Study: Women's hormonal cycles do not affect preferences for men's behavior
In the past, there has been much excitement over research that purported to show a link between changes in women's cycle and their degree of sexual attraction. However, new research at the University of Göttingen using the largest sample size to date questions previous results. The new research shows that shifts in women's cycles did not affect their preferences for men's behavior. The researchers found, however, that when fertile, women found all men slightly more attractive and, irrespective of their hormone cycle, flirtier men were evaluated as being more attractive for sexual relationships but less attractive for long-term relationships. The results were published in Psychological Science
According to the good genes ovulatory shift hypothesis (known as GGOSH), women's preferences for certain behaviors, presumed to indicate men's genetic fitness, should differ according to their fertility. To test this, the researchers studied 157 female participants who met strict criteria—including being 18 to 35 years old, heterosexual and having a natural, regular cycle. The participants watched videos showing a man getting to know a woman who was out of frame. In four separate testing sessions, the female participants rated the men on sexual attractiveness for a short-term relationship without commitment, and on attractiveness for a long-term relationship. The participants were asked to focus on the way the men behaved. The researchers used saliva samples to analyze current hormone levels and highly sensitive urine ovulation tests for validating the ovulation date, and in particular, the fertile period.
The researchers found there was no evidence that a woman's mate preference changes across the ovulatory cycle. Rather, women seem to perceive or evaluate every man as slightly more attractive when fertile compared to other cycle phases. They also found that men who act in a more competitive manner and show more courtship behavior (for instance, flirting) were evaluated as being more attractive for short-term sexual relations but less attractive for long-term relationships, independent of cycle phase or hormone levels.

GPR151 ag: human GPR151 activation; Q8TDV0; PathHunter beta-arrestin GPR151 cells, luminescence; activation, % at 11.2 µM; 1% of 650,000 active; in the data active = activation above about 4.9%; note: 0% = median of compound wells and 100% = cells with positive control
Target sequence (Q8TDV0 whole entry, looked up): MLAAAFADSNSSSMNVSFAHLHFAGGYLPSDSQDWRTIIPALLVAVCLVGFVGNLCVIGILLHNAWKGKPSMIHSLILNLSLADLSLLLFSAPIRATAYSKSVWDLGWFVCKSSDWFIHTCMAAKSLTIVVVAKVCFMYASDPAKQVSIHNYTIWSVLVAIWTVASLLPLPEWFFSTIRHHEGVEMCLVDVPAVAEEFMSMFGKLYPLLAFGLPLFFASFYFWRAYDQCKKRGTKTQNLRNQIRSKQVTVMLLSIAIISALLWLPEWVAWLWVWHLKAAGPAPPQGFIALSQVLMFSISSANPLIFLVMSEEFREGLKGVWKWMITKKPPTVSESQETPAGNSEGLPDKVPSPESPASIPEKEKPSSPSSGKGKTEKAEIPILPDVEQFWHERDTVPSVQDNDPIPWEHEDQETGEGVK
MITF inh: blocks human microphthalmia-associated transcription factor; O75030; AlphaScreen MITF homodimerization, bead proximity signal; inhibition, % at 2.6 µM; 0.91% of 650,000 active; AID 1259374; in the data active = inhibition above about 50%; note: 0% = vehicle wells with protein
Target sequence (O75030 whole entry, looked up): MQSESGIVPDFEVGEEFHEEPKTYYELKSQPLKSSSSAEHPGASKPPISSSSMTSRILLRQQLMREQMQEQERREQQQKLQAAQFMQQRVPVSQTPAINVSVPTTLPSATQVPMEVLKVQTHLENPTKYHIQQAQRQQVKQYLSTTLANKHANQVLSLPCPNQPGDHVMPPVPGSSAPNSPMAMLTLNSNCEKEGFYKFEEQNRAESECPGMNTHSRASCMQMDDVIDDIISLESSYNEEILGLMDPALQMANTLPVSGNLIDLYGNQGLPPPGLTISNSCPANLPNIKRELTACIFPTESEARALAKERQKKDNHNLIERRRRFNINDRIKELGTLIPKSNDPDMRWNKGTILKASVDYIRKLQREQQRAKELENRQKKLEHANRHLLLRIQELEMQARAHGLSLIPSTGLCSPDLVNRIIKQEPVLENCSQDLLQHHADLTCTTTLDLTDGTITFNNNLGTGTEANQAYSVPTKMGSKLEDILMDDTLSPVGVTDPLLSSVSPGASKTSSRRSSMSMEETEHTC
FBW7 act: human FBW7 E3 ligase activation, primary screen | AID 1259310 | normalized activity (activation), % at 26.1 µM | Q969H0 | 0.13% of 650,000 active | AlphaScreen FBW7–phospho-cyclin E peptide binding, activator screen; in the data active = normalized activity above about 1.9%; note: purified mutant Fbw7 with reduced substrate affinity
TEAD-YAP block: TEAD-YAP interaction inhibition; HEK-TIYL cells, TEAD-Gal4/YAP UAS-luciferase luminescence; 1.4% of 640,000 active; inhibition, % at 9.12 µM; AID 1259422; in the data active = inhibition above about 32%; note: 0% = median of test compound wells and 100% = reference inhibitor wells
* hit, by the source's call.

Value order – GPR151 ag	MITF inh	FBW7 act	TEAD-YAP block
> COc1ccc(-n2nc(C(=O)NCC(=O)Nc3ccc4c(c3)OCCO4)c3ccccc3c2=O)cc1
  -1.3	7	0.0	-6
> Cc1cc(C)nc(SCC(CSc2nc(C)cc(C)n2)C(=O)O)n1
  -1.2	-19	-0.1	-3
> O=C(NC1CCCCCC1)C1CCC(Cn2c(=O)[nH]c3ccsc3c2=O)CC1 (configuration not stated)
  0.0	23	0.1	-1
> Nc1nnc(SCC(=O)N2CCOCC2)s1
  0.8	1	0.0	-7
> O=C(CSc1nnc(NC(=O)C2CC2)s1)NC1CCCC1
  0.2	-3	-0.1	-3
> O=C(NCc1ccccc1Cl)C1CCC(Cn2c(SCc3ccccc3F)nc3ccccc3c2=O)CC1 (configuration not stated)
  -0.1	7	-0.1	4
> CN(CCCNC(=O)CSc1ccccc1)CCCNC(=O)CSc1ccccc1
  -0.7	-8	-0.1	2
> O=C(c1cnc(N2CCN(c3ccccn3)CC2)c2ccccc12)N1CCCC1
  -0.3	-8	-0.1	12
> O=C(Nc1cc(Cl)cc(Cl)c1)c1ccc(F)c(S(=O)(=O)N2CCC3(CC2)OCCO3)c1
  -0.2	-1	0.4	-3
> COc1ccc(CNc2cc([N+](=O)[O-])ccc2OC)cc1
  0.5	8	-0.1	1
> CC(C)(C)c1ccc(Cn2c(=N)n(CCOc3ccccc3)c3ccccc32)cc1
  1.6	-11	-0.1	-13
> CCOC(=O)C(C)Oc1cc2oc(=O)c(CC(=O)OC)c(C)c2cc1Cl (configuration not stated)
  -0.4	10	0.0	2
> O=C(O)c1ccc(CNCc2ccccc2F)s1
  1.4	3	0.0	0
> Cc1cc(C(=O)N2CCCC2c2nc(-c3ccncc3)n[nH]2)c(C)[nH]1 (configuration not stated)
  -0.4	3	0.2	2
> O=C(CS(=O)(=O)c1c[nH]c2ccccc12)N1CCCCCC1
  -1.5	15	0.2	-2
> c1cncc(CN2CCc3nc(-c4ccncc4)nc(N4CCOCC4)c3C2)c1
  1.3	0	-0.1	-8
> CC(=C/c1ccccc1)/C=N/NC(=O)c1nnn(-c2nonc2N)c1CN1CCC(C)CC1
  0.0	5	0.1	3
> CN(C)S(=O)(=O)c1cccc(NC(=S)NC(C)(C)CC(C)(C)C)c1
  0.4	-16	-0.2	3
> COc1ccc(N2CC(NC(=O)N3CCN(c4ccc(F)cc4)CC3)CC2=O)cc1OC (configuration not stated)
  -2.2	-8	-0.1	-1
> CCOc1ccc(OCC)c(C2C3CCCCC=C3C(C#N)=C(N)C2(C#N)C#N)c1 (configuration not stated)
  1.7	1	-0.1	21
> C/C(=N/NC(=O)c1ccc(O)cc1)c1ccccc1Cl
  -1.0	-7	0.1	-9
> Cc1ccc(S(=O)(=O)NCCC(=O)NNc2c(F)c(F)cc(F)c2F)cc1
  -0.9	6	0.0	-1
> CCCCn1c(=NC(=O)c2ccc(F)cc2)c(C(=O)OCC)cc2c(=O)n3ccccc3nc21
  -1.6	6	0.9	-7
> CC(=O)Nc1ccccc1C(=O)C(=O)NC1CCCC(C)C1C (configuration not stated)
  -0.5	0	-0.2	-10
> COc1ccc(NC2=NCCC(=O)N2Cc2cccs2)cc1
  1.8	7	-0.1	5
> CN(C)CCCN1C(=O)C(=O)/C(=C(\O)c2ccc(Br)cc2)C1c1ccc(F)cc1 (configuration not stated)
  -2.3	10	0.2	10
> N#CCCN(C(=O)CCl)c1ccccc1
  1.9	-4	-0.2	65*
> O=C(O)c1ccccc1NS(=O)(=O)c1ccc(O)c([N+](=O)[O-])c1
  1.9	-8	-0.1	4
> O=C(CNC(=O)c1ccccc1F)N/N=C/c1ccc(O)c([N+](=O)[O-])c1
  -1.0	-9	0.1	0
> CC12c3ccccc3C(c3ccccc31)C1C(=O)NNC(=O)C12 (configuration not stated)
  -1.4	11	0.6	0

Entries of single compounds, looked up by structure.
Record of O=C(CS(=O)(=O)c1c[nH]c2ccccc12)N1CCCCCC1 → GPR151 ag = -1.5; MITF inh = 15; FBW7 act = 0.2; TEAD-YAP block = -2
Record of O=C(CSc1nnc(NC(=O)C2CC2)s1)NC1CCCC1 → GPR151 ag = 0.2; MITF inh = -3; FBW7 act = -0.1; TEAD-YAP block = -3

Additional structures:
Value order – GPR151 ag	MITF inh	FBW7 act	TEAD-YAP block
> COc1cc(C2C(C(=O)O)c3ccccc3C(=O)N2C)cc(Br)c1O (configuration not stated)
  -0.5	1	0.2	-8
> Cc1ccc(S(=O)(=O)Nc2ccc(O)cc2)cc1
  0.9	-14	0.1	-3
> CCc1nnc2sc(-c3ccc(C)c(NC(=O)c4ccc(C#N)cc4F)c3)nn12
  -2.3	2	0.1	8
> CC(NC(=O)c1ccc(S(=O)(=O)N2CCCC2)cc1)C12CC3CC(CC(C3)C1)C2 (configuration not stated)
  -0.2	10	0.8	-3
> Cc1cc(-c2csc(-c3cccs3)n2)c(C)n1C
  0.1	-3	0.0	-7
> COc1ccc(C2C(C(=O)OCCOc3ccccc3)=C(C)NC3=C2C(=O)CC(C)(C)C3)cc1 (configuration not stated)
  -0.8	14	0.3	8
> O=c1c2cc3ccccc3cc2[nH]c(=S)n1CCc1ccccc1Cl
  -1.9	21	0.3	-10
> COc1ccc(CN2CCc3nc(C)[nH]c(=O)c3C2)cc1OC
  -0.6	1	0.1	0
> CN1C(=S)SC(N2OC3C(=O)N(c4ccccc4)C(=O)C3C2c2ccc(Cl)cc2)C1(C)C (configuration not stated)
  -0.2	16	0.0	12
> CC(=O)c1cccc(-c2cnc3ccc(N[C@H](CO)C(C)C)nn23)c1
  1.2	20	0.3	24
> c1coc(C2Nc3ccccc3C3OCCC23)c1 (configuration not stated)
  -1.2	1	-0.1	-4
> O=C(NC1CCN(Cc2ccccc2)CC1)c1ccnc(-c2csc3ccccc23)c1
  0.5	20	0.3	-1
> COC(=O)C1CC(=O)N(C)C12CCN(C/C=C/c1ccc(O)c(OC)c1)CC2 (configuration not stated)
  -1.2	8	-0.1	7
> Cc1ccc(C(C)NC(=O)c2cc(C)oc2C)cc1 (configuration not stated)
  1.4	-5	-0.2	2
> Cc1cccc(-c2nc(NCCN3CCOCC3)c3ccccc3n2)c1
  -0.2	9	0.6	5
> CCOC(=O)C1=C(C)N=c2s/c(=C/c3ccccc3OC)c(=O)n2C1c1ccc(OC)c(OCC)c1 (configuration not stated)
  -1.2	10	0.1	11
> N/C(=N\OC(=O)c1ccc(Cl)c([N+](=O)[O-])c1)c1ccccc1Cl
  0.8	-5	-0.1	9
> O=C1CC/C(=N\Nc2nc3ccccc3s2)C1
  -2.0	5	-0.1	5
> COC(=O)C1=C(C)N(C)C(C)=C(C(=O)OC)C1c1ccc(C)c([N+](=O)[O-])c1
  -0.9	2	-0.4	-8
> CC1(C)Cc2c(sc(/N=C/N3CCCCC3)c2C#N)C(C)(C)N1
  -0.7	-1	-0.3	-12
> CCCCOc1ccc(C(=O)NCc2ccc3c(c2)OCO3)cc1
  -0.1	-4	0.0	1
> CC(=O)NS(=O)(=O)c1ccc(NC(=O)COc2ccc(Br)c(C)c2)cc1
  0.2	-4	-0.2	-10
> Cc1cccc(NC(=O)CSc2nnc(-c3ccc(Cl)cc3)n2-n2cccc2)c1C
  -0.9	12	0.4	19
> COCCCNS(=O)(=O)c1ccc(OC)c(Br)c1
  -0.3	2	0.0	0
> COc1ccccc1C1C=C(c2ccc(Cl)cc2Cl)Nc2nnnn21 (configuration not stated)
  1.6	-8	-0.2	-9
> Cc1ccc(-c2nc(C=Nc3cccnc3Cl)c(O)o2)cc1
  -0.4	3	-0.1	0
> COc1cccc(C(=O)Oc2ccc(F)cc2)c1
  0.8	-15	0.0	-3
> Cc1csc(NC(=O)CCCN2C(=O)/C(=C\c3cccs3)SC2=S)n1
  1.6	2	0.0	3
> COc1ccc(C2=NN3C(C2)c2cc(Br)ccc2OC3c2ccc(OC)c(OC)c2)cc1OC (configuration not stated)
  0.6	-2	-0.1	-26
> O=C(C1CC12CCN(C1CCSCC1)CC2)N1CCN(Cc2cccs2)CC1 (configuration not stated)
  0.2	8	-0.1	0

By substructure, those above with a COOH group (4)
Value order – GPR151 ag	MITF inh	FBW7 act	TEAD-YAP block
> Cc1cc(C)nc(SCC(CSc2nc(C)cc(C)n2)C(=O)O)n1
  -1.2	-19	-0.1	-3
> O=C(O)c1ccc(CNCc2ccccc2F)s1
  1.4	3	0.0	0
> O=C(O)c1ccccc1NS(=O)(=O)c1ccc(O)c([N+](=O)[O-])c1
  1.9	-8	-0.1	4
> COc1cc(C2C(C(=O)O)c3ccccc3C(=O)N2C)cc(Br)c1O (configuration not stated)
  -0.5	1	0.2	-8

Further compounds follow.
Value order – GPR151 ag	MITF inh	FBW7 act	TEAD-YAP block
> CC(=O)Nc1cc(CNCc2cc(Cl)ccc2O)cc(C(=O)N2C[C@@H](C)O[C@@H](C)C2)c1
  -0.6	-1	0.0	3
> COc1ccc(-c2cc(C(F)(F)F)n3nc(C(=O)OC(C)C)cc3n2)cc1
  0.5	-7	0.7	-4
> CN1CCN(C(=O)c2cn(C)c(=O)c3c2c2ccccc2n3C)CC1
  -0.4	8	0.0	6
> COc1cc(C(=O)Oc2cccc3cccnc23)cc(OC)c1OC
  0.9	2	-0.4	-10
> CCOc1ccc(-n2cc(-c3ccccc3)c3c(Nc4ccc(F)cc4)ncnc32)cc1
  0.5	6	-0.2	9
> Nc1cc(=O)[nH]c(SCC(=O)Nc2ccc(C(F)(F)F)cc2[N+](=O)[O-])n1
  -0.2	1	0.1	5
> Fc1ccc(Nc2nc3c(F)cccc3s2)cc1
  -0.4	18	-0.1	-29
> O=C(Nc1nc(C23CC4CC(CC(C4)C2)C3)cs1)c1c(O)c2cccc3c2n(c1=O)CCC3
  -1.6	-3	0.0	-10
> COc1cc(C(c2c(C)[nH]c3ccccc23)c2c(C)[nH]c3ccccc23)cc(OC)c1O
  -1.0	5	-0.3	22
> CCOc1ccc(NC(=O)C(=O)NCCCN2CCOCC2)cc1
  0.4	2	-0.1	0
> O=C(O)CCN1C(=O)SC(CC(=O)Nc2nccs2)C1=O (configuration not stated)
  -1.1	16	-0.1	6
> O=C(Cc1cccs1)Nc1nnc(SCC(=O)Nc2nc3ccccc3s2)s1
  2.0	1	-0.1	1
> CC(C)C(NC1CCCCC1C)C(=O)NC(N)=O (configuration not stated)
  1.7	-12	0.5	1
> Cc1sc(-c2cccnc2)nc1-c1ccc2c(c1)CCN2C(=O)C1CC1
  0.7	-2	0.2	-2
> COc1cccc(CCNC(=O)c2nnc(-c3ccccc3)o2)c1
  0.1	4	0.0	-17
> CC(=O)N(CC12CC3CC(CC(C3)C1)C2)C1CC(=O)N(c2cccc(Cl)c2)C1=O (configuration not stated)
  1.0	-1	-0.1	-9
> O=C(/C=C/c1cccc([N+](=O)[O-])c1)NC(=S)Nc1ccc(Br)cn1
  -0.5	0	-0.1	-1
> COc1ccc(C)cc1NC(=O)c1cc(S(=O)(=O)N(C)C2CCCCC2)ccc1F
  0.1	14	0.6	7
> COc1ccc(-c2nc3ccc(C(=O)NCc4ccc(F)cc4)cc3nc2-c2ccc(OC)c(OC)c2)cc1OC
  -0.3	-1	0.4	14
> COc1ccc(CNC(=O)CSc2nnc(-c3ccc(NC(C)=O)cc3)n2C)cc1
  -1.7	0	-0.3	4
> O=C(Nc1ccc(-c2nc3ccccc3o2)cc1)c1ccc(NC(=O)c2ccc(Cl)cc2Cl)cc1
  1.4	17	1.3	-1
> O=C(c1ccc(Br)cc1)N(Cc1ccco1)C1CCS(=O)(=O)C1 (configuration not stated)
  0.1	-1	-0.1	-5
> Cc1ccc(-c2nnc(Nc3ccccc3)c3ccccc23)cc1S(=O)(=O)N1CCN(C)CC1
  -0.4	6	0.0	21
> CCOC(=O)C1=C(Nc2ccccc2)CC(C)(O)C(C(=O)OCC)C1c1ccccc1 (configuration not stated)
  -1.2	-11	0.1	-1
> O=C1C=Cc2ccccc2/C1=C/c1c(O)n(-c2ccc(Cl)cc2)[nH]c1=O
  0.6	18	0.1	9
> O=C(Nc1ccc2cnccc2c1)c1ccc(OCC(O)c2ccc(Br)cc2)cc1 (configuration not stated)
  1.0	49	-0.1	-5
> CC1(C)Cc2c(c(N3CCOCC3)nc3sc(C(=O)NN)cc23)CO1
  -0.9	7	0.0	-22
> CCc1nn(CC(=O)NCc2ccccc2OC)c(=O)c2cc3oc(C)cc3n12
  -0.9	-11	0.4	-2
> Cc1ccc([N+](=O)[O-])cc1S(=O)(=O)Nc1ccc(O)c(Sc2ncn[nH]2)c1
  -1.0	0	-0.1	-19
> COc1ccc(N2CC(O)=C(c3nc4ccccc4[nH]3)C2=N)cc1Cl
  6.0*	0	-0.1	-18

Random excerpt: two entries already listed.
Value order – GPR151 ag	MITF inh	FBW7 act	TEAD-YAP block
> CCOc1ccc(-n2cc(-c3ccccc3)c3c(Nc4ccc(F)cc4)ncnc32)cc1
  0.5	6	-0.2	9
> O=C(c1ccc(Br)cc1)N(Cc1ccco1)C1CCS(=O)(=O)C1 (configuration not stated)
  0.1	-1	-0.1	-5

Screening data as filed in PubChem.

First author Dr. Julia Stern from the University of Göttingen's Institute of Psychology said, "There is a lot of research on women's mate preferences, so at first we were surprised that we didn't see the same effects. However, our new results are in line with other recent studies using more rigorous methods than previous studies. The finding that ratings of attractiveness increase in the fertile phase, independently of men's behavior, is new, and indicates that women's mating motivation is likely to be higher in the fertile phase."
Apart from using a large sample that met strict criteria, the researchers followed rigorous methods, for instance, by preregistering their study before data collection and employing "open science" practices such as making their data and analyses publicly available.